Long time readers know, one of my favorite things is to quote the Buddy Bell Axiom:
Never say things can’t get worse.
It seems appropriate because we are now talking about a Royals team that has scored a grand total of two runs in two games against the Houston Astros. They have 15 hits in that time. All singles. Their last home run was May 18, 2014. (Yeah, I need to add the year as a qualifier. You never know.)
I don’t usually like to compare sports teams in different leagues. But last night something happened I thought was appropriate. The Royals were at home against the Astros. On the other side of the 435 loop, Sporting KC was at home to New York. Sporting, with their rebranding, new stadium and engaged ownership, are definitely in the ranks of major league sports. As such, both the Royals and Sporting will be spending the summer competing for the entertainment dollar of Kansas City. You can get tickets to Royals games for as low as $7. At Sporting, the cheapest ticket is $32. This makes sense as the Royals will have 81 home dates while Sporting will play a quarter of that at home.
Last night, Sporting drew an announced crowd of 19,221.
The Royals drew 17,862.
Let that sink in for a moment. On a Tuesday night in May, with all things being equal, more Kansas Citians chose to spend more money to attend a soccer game in KCK than a baseball game at The K. You could have walked up to the box office at Kauffman (or logged in to StubHub), bought a ticket for under $10 and basically selected where you sat once you entered your stadium. Or you could have bought a standing room only ticket at Sporting Park and squeezed along a rail behind the north goal.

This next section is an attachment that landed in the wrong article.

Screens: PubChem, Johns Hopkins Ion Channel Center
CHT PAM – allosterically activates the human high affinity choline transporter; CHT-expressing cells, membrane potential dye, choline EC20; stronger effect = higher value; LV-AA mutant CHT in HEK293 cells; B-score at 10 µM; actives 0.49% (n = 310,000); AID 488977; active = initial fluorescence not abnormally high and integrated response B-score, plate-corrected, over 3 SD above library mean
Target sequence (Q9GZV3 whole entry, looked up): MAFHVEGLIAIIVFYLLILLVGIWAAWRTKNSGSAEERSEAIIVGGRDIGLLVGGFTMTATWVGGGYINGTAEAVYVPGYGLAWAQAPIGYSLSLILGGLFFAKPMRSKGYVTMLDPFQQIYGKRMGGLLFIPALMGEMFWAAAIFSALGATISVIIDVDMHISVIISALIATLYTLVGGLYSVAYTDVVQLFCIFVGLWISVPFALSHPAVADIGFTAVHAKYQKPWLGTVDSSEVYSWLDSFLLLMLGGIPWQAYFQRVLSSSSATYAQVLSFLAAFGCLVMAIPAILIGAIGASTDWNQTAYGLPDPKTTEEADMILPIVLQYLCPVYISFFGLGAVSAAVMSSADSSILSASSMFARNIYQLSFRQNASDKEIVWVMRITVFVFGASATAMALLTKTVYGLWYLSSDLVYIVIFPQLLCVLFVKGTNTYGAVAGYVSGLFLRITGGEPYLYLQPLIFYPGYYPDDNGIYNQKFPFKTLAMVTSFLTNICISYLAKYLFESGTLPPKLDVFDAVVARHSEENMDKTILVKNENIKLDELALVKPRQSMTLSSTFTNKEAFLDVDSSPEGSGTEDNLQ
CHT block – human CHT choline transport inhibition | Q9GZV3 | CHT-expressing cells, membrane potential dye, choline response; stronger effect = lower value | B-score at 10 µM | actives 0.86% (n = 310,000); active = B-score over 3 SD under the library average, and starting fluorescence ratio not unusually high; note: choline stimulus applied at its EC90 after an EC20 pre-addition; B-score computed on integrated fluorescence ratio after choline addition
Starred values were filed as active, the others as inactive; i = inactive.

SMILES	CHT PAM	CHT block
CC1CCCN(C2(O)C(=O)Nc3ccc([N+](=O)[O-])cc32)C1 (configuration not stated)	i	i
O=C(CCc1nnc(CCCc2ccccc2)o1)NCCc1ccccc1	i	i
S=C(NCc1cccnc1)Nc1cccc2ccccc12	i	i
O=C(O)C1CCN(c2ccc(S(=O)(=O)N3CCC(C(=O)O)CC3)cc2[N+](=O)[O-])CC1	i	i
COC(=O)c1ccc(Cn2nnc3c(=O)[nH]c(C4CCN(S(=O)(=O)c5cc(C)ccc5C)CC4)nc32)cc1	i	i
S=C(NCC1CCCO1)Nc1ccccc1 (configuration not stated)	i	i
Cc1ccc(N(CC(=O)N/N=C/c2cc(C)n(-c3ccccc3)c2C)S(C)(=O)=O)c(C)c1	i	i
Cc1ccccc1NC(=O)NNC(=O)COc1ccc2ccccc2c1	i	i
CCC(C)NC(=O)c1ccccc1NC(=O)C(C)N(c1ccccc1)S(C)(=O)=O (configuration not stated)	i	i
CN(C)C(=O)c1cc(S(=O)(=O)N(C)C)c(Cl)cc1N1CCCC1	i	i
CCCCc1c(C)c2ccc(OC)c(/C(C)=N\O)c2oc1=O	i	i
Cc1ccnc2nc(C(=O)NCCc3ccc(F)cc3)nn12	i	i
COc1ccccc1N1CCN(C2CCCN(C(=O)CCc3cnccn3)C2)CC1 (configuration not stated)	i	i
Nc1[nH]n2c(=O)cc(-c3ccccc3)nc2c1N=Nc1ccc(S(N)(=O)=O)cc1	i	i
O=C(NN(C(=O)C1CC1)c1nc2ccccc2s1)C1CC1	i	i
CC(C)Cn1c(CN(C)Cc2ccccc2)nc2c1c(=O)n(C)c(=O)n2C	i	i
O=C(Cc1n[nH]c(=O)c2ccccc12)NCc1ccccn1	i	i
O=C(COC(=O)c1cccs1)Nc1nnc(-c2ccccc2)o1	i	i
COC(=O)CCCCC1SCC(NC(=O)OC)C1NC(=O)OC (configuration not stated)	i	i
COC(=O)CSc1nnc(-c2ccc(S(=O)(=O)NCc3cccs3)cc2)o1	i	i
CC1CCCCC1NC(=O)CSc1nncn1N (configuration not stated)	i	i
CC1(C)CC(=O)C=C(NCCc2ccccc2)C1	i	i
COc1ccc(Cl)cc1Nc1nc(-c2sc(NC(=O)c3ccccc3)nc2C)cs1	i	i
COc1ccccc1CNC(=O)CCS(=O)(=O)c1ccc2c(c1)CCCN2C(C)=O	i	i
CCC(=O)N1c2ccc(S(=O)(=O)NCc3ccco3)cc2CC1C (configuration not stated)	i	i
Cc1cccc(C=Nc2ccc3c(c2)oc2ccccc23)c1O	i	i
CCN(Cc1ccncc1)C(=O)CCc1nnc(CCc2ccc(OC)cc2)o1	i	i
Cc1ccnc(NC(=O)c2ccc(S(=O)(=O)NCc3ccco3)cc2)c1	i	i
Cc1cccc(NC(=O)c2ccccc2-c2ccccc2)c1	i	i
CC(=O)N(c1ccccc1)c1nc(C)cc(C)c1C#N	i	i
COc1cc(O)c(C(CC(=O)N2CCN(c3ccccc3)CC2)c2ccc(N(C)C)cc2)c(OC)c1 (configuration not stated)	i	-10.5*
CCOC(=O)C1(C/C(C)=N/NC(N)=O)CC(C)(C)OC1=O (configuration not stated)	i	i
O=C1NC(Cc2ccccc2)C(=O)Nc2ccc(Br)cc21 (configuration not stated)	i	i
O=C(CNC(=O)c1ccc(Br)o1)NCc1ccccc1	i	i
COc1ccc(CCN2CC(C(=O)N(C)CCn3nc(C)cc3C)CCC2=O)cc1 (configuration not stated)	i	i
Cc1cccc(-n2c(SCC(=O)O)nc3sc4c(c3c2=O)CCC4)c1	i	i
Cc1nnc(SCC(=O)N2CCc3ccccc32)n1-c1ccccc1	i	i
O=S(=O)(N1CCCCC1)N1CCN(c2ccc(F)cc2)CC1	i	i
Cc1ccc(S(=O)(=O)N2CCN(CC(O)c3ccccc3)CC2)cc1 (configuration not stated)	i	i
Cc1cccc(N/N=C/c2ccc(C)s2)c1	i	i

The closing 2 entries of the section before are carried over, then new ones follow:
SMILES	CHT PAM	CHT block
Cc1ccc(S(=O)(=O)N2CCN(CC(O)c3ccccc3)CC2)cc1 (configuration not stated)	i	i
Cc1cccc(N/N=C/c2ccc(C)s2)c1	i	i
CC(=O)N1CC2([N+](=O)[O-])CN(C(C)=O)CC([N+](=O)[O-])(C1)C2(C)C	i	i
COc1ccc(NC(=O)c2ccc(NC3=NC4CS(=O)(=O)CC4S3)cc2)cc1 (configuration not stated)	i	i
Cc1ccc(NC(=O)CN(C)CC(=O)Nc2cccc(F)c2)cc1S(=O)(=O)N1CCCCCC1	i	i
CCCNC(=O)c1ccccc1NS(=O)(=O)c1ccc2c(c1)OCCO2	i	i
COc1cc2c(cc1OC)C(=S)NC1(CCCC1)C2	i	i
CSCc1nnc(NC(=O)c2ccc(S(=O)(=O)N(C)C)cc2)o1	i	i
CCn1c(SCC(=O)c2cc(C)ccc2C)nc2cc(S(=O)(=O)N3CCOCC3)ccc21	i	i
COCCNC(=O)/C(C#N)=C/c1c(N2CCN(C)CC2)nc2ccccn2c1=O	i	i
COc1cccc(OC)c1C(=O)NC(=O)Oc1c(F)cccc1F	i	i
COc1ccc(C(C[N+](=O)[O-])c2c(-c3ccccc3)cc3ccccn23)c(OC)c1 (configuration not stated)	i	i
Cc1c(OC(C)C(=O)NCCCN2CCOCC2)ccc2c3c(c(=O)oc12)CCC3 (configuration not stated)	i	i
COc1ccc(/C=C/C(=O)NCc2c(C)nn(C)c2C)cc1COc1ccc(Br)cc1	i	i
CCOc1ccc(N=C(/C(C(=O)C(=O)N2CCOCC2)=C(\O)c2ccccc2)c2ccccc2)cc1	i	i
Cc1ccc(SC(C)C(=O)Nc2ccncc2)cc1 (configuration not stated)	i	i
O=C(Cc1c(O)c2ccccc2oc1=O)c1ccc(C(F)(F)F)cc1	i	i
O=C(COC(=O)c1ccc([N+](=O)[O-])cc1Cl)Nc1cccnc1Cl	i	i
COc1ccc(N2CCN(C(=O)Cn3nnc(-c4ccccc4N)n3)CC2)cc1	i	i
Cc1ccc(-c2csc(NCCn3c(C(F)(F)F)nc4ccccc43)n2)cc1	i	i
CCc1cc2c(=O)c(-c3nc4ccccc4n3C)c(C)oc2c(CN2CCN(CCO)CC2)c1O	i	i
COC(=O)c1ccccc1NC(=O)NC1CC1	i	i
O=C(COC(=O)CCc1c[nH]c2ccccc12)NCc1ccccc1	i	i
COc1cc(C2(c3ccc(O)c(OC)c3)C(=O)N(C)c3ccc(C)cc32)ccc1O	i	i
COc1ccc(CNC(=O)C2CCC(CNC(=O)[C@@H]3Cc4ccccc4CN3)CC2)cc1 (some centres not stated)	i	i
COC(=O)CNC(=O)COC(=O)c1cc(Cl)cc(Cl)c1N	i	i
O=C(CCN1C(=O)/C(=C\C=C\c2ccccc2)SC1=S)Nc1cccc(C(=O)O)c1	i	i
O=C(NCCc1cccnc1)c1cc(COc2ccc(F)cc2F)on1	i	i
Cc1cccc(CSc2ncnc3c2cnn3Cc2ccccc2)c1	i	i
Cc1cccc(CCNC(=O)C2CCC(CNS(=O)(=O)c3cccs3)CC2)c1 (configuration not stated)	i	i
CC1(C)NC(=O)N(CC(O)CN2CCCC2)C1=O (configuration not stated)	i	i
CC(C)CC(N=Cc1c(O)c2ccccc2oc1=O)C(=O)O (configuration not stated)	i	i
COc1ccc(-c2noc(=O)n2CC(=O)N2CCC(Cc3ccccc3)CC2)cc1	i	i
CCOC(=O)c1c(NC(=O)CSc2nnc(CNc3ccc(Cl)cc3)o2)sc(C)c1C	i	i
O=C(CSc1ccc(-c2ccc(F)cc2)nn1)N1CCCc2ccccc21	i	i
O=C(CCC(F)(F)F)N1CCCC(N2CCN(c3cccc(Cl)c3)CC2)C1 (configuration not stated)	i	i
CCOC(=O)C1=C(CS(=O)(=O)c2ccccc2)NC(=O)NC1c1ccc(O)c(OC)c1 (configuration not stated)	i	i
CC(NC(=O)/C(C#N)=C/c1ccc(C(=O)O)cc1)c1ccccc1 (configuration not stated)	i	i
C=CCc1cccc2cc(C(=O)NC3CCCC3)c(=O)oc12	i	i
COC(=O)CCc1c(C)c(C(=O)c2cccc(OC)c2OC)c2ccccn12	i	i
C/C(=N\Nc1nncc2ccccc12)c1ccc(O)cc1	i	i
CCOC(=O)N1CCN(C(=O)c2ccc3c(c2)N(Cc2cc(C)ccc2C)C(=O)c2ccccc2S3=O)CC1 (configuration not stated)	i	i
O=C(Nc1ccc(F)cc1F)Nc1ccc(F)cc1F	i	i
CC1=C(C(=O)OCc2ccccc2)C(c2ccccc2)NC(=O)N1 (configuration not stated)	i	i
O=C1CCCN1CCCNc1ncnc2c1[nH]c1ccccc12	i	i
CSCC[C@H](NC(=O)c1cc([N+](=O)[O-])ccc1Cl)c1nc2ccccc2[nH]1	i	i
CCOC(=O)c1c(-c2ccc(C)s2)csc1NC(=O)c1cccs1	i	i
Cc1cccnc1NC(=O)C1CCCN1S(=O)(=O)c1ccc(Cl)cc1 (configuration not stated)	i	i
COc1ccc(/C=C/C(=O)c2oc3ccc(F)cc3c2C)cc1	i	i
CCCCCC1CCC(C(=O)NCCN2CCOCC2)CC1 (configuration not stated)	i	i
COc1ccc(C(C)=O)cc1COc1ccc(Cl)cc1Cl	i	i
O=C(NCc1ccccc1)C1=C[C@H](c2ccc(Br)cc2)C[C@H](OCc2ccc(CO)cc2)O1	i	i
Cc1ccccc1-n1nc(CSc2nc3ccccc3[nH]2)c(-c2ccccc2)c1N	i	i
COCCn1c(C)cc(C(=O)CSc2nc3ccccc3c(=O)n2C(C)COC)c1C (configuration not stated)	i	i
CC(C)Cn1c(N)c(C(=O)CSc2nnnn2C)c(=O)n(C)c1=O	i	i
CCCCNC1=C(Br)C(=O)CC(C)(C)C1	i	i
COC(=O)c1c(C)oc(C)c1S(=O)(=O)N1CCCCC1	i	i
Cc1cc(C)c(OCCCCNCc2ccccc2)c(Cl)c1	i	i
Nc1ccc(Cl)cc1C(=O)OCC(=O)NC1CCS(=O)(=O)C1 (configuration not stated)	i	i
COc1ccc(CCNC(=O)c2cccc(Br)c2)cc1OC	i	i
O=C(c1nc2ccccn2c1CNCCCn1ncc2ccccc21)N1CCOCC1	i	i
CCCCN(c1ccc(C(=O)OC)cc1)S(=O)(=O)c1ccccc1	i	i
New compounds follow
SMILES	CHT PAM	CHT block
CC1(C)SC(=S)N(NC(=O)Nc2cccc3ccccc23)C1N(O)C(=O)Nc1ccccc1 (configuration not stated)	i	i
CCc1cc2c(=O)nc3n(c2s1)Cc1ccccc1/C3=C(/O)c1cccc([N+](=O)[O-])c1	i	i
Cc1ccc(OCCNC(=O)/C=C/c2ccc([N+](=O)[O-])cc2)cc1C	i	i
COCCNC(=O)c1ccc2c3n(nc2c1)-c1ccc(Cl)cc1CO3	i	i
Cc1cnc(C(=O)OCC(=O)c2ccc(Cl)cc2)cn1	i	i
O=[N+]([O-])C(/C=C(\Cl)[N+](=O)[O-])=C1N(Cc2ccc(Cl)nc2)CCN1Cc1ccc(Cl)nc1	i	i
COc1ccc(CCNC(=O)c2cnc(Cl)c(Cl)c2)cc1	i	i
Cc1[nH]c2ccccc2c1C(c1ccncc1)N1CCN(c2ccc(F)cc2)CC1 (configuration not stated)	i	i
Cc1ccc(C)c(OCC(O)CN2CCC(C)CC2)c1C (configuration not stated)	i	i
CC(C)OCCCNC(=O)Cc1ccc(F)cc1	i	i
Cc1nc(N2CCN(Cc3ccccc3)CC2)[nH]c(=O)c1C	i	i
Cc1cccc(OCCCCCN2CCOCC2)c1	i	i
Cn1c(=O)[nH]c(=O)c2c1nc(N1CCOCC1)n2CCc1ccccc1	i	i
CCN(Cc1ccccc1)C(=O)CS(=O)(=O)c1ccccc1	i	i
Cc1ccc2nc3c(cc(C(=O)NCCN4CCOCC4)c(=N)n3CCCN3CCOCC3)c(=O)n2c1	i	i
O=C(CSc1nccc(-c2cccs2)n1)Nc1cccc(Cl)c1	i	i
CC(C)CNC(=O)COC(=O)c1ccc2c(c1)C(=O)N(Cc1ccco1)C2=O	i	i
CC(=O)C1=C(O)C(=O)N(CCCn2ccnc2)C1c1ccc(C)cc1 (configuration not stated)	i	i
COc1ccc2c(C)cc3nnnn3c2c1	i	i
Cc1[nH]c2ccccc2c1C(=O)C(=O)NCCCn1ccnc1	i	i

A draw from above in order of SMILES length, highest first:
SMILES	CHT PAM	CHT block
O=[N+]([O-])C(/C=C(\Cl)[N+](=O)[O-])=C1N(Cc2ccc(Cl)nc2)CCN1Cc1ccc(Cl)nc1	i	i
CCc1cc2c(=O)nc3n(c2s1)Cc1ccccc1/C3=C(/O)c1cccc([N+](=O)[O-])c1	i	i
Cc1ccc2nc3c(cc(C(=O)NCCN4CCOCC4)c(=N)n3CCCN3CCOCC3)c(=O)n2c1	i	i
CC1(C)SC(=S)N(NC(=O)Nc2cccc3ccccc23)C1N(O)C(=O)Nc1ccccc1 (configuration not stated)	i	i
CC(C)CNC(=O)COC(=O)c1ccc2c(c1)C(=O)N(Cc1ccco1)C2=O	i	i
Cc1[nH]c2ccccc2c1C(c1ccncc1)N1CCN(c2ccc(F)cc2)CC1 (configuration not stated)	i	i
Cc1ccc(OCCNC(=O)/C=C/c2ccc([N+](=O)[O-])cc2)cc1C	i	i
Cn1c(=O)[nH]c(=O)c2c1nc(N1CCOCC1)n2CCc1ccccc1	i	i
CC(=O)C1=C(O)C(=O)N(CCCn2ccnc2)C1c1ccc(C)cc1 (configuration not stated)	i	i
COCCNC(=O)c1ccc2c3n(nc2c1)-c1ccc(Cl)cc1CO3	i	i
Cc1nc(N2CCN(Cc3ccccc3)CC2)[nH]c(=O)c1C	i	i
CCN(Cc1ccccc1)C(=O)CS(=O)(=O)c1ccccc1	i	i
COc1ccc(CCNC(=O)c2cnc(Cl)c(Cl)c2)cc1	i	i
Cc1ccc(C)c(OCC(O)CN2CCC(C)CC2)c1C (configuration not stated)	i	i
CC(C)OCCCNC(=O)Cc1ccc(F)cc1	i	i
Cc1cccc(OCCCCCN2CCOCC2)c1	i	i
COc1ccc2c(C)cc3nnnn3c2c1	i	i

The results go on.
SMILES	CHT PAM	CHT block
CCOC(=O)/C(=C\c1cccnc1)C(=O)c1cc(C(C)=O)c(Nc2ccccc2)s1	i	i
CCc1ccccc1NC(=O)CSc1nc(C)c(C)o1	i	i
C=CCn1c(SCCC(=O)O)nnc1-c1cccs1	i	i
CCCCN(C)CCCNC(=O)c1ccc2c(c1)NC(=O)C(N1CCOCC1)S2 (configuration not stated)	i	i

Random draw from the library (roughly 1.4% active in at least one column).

Spare me your “But soccer sucks” rants. Whether or not you like soccer isn’t relevant to the point.
The point is, the Royals aren’t just losing on the field. They have waged a three decade long war against their fan base. Every time I meet someone in their teens or 20s who is a Royals fan, I ask them, “Why?” Why would you give your fandom to a team who shoves a subpar product in your face and otherwise treats you like the garbage that sticks to the bottom of your shoe? Myself? I’m a lost cause. I was there for the glory and I remember it and I think about how perfect it would be to get back to that level. I guess that makes me kind of dumb. Or hopeless. Or both.
This Royals franchise is at a crossroads. 2014 is the year it was all supposed to come together for Dayton Moore and his Process. And here we are, treading water in the dreaded sea of mediocrity. What is the cost of another failure? Wholesale firings? I’m not necessarily against that (I’ve called for Dayton’s dismissal and I continue to stand behind that. I wrote it, after all) but that likely means another complete rebuild. Or at least a rethinking. That’s probably a good idea, but how long would it take a new regime to affect change? One year? Two years? Do we have the stomach for that? Do we have a choice?
I don’t know anymore. And that makes me sad for the state of baseball in Kansas City.
Last year, we were at a similar point and the Royals went on a second half roll where they at one point won 15 of 20 games and wedged themselves back into contention. Can they do it again for the second consecutive season? Watching the hitters fail at an alarming rate and the pitching regress, I’m skeptical.
But I’ll keep coming back. Yet it increasingly feels like I’m in the minority. And that’s not a good thing for the Royals.